Now, a shit-flinging gibbon hopes to accomplish attention for itself. It throws shit because it knows no other way to get that attention. The gibbon’s most valuable asset, ahem, is its foul colonic matter, so that’s the resource it has at hand.

Thing is, you’re not a shit-flinging gibbon.

You’re a writer.

Your most valuable asset is, ideally, your writing.

If it’s not, that’s a problem. A problem with you, to be clear, and not a problem with the rest of the world. It rests squarely upon your shoulders.

If your best way to get attention for yourself is to throw shit instead of write a damn good book, you are a troll, not a professional writer.

(7) A SPRINT, NOT A MARATHON. Here’s the place to “Watch five years of the Curiosity rover’s travels in a five-minute time-lapse”.

Five years of images from the front left hazard avoidance camera (Hazcam) on NASA’s Curiosity Mars rover were used to create this time-lapse movie. The inset map shows the rover’s location in Mars’ Gale Crater. Each image is labeled with the date it was taken, and its corresponding sol (Martian day), along with information about the rover’s location at the time.

 

(8) COLD EQUATION. Although sf is not really a predictive genre, that doesn’t stop people from enjoying the recognition when the things they’ve warned about in fiction happen in reality: the Antarctica Journal has the story — “Craig Russell, Canadian Novelist Predicts Arctic Event”.

In 2016, a Canadian novelist, Craig Russell — who is also a lawyer and a theater director in Manitoba — wrote an environmental cli-fi thriller titled “Fragment” about a major calving event along the ice shelf of Antarctica. The Yale Climate Connections website recently recommended the novel, published by Thistledown Press as a good summer read.

Ironically, scientists in Antarctica are in fact right now monitoring the Larsen C ice shelf with a huge crack in it and threatening to fall into the sea any day now. How is that for reality mirroring art?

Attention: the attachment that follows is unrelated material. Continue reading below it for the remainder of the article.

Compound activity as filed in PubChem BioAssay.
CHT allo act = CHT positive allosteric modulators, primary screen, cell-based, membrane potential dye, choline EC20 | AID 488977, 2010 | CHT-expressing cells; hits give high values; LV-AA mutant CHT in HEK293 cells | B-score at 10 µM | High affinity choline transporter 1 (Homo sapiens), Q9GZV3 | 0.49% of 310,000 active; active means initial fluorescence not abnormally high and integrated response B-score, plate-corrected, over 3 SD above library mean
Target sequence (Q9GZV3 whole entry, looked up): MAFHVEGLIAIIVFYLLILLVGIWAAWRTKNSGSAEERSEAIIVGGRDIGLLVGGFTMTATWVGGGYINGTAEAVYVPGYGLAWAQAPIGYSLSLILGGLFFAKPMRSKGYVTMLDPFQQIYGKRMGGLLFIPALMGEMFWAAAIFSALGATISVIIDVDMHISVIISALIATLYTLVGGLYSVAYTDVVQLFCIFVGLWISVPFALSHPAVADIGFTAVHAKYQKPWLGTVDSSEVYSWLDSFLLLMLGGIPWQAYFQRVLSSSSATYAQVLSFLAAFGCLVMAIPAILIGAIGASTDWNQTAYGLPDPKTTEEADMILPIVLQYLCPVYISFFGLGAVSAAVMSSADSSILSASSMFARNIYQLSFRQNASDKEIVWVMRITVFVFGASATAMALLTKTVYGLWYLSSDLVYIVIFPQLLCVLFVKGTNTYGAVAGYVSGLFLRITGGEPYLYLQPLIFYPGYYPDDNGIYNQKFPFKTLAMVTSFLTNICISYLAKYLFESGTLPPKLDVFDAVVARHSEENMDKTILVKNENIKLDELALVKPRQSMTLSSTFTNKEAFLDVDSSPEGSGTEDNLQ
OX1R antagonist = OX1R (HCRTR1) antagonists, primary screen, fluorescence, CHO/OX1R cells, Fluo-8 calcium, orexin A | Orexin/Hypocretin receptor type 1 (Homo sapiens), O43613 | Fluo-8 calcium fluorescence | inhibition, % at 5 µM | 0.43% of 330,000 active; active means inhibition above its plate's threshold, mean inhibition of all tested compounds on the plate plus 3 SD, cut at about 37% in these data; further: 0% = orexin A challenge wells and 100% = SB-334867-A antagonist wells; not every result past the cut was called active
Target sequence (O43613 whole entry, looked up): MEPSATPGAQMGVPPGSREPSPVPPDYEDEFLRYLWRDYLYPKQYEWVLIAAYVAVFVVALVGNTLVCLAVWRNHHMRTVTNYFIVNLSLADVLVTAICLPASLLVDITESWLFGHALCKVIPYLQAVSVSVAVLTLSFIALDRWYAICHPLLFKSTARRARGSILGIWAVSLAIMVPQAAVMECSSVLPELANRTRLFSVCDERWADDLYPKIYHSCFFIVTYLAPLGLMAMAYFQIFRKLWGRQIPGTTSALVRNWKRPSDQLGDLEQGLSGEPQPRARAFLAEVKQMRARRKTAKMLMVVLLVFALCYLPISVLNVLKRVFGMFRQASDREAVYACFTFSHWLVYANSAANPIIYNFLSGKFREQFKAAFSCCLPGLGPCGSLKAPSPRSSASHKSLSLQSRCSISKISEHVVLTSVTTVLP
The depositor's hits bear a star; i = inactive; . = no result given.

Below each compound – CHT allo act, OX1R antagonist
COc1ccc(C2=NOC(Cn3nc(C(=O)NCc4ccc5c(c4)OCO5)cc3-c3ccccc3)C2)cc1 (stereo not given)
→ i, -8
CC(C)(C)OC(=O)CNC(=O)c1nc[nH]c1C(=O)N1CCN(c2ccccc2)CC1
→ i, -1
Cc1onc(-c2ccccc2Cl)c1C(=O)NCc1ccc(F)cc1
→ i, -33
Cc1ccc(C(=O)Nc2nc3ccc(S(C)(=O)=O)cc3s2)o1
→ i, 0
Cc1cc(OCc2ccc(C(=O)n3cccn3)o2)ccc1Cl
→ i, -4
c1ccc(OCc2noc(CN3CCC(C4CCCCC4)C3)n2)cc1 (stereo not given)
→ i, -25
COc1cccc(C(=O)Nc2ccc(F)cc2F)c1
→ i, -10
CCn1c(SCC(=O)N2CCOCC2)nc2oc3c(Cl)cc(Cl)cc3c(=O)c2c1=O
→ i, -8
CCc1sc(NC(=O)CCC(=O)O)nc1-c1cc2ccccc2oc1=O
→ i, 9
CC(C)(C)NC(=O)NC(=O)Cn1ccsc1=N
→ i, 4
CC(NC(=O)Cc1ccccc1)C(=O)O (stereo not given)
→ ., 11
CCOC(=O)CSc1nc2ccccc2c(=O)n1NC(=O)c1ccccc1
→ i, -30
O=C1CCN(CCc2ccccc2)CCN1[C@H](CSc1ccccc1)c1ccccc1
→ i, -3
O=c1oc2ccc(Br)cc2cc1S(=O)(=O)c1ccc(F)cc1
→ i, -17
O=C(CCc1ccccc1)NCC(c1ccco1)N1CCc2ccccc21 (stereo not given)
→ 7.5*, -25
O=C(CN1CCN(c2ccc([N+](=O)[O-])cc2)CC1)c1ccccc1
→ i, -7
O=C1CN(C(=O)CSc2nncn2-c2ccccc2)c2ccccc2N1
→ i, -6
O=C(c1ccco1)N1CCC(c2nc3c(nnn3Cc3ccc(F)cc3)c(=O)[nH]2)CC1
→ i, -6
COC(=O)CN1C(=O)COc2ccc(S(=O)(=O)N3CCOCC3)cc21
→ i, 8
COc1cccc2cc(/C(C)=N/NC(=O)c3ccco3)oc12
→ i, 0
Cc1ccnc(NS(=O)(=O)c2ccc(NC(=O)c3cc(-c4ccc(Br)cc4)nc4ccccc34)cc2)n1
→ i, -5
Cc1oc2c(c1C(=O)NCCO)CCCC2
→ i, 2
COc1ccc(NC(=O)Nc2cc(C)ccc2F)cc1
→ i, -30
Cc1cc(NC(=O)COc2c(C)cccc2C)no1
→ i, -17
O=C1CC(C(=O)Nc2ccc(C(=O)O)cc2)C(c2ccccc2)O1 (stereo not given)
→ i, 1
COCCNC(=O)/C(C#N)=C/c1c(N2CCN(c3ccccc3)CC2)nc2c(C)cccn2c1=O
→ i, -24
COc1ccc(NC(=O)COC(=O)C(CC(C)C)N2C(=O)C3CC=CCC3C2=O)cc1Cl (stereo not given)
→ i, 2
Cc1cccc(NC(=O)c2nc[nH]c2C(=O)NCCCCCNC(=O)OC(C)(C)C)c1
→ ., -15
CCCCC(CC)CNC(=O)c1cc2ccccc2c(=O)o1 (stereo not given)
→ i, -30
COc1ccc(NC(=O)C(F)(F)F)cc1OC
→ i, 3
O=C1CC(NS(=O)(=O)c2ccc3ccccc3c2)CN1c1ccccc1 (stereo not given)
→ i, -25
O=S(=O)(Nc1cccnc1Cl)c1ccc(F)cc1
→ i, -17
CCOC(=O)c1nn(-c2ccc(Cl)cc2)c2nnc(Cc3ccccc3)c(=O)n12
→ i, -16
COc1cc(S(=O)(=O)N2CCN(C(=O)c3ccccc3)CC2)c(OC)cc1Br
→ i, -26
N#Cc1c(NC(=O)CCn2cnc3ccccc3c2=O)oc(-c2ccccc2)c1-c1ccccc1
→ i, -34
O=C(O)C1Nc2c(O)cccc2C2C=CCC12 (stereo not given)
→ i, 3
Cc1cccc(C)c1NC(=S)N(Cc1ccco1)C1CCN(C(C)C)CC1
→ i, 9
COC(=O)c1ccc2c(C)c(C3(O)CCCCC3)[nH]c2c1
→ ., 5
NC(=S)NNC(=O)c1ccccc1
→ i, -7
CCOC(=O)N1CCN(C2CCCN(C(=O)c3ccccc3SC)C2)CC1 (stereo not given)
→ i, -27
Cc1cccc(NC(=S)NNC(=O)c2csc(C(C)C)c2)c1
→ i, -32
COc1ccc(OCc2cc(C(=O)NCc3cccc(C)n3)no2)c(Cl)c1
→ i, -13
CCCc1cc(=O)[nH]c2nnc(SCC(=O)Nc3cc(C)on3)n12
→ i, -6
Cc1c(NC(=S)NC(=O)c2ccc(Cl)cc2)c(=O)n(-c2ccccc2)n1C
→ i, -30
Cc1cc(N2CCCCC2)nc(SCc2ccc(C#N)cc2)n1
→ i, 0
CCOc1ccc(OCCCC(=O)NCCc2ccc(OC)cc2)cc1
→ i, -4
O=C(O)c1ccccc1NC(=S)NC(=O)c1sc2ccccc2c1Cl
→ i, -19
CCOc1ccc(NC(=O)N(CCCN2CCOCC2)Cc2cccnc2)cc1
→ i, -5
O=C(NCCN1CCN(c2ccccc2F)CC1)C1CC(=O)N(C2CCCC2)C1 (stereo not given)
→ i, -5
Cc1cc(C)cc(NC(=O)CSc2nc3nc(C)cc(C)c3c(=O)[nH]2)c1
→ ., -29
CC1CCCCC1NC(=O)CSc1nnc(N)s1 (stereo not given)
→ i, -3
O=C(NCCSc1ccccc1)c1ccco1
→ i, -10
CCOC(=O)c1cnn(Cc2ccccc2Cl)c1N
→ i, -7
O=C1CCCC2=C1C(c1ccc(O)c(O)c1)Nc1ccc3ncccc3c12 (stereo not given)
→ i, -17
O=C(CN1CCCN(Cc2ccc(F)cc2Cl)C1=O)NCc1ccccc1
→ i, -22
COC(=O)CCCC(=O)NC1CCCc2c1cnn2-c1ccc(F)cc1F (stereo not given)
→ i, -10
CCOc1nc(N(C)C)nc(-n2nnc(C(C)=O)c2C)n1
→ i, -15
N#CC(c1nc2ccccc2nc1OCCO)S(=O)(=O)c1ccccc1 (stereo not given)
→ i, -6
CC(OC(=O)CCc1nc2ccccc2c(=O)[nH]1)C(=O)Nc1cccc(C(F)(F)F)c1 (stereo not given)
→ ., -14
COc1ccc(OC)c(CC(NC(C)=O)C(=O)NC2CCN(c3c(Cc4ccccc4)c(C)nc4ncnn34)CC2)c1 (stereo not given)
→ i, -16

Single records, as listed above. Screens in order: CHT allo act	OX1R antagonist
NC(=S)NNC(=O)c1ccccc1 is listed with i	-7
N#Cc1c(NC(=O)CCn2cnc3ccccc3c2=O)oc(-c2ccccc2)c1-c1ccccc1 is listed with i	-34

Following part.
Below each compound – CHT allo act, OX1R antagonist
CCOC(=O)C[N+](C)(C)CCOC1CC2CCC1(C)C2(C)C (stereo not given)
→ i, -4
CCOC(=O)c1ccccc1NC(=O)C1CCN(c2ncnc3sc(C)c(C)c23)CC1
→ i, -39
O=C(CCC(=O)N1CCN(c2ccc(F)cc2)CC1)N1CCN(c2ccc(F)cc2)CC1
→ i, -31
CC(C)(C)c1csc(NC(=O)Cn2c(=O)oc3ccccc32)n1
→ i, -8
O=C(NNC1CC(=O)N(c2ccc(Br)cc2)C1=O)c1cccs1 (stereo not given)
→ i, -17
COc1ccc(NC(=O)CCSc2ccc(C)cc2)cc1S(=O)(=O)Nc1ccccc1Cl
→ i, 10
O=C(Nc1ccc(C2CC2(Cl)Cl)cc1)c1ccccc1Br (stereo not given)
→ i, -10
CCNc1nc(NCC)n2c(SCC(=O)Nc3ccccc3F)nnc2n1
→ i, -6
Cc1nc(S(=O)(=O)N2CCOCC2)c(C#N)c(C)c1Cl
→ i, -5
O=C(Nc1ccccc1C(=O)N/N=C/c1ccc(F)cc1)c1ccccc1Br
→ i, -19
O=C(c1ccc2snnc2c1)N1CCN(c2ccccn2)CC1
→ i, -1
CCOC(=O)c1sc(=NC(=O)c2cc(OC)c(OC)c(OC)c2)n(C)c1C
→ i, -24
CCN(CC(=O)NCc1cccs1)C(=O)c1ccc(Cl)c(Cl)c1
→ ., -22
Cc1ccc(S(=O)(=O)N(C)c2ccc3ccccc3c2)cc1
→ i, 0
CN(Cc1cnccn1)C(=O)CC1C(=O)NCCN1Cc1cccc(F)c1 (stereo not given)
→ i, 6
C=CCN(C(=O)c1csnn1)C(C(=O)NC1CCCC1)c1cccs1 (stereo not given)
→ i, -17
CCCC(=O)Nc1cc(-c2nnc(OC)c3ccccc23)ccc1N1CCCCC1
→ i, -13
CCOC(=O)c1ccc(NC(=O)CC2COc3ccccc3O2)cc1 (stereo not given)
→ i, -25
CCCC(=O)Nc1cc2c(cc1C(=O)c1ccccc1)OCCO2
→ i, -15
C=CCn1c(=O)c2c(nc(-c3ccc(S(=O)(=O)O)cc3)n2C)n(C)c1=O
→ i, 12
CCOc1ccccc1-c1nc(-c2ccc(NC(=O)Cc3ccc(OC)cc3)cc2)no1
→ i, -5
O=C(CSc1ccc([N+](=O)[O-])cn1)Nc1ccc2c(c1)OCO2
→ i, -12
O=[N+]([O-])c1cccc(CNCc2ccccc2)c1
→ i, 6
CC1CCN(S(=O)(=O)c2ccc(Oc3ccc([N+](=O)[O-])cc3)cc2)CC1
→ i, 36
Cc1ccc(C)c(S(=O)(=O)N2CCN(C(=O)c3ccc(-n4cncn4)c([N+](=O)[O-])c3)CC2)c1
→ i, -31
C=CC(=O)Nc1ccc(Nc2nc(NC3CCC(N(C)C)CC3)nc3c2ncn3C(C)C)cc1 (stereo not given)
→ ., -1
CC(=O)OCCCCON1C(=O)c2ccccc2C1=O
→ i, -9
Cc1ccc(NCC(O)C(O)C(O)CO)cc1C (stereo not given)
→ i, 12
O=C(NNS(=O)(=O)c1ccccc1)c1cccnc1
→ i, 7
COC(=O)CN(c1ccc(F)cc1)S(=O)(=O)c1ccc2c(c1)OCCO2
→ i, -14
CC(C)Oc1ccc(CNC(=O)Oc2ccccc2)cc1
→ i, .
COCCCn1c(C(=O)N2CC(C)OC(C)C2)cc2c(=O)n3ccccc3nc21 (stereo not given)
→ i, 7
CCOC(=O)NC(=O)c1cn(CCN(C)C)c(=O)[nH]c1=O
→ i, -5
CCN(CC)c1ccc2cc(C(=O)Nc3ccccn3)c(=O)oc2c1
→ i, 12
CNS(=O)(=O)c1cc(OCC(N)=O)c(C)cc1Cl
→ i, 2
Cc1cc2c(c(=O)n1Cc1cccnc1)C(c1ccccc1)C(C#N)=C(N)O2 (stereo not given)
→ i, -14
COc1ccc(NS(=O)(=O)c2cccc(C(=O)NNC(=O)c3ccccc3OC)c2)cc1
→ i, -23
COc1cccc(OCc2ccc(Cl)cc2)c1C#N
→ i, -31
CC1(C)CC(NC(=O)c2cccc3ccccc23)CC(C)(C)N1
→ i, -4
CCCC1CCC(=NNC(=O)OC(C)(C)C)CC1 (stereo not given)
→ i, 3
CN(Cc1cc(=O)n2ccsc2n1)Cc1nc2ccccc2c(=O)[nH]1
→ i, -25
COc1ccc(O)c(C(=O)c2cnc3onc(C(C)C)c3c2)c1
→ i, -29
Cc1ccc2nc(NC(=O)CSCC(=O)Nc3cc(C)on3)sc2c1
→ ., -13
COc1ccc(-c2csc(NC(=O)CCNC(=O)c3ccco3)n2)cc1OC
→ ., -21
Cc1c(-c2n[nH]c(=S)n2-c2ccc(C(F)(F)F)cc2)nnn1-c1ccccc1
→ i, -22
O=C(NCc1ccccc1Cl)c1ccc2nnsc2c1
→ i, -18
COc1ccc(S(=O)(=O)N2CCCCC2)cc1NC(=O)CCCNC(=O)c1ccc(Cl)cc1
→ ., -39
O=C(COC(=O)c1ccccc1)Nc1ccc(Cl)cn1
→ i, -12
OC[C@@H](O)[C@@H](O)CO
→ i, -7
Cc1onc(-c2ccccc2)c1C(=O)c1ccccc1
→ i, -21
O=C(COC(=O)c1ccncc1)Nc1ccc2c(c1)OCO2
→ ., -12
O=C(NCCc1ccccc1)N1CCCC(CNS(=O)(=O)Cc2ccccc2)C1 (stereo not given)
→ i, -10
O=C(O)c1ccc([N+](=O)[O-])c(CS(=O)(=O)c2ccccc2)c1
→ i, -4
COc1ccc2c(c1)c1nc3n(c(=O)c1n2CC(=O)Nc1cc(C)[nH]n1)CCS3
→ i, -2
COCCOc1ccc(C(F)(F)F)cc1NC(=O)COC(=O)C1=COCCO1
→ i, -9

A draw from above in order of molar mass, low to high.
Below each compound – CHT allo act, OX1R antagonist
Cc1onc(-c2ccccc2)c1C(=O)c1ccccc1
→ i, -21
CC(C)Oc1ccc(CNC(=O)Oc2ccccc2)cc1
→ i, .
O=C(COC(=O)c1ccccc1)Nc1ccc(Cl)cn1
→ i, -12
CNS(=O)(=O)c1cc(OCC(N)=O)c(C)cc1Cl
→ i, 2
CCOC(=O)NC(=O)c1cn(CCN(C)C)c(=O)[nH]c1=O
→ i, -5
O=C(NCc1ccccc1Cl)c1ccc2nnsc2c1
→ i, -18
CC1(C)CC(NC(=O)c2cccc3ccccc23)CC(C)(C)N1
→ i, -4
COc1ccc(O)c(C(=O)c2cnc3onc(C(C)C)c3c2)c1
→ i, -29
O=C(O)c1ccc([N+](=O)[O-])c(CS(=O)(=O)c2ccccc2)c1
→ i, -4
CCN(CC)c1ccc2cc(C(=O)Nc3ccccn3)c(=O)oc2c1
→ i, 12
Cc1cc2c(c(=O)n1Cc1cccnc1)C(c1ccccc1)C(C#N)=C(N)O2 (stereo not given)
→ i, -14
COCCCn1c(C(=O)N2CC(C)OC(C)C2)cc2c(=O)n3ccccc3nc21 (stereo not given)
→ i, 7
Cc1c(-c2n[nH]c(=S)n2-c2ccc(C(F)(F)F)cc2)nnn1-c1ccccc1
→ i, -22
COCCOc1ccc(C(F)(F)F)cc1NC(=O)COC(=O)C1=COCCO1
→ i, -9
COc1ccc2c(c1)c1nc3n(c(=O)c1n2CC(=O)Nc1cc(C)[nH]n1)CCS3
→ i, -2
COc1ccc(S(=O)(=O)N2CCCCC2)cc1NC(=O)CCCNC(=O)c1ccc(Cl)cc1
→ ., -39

How did Craig Russell respond when asked how he felt about his accurately future-predicting novel being in the news now?

“Some 40 years ago, as a student, I lived and worked at a Canadian Arctic weather station, 500 miles from the North Pole,” he added. “So I’ve remained interested in polar events, and was both fascinated and appalled by the Larsen A and B ice shelf collapses in 1995 and 2002.”

To see world events catch up so quickly with a fictional reality I spent years creating has been quite unnerving,” he added.

(9) STAR WARS INTERPRETATION. Syfy Wire will show you the lot: “Star Wars: The Last Jedi teaser posters get the LEGO treatment “.

The long wait for the next Star Wars film can be painful to endure. We hang on any morsel we can get, any tie-in we can overreact to, and anything else that can get us geeking out. Then there is LEGO, who can help ease the painful wait by just getting us in a good mood. Take the new teaser posters for The Last Jedi, which were released in mid-July at the D23 Expo.

LEGO has now taken those same posters and LEGO-fied them, giving us six posters with LEGO mini-figure art that corresponds to those D23 posters. Again, repeating the crimson robe attire, echoing the red we saw on the first poster and also the ruby red mineral base of planet Crait. There’s no telling yet whether these posters are just part of Lego’s social media campaign or if these posters will be part of their gift with purchase program for VIP Lego Club members.

(10) TODAY’S DAY

Book Lovers Day

From the scent of a rare first edition book found in an old time book collection, to a crisp, fresh book at the local supermarket, the very sight of a book can bring back memories. Reading as a child, enjoying the short stories, the long books and the ability to lose yourself in a story so powerful that at the end your asking yourself where to get the next book in the series. This is for the reader in all of us, the celebration of Book Lovers Day!

(11) TODAY IN HISTORY

  • August 9, 1930 — Betty Boop premiered in the animated film Dizzy Dishes

(12) TODAY IN ALTERNATE HISTORY

(12b) YESTERDAY’S BIRTHDAY FILER

  • Born August 8, 2017 — Sophia Rey Tiberius Pound

(13) COMIC SECTION. Chip Hitchcock saw yesterday’s Bliss and thought: “Flame on!”.

(14) RELICS OF WAR. Something to watch out for when beachcombing in Helsinki: “German woman mistakes WW2 white phosphorus for amber”.

A German woman narrowly escaped injury after picking up an object she believed to be amber but which then spontaneously combusted.

She had plucked the small object from wet sand by the Elbe river near Hamburg and put it in a pocket of her jacket, which she laid on a bench.

Bystanders soon alerted the 41-year-old to the fact her jacket was ablaze.

The stone was actually white phosphorus, which had reacted with the air as it dried.

Police say the two are easily confused.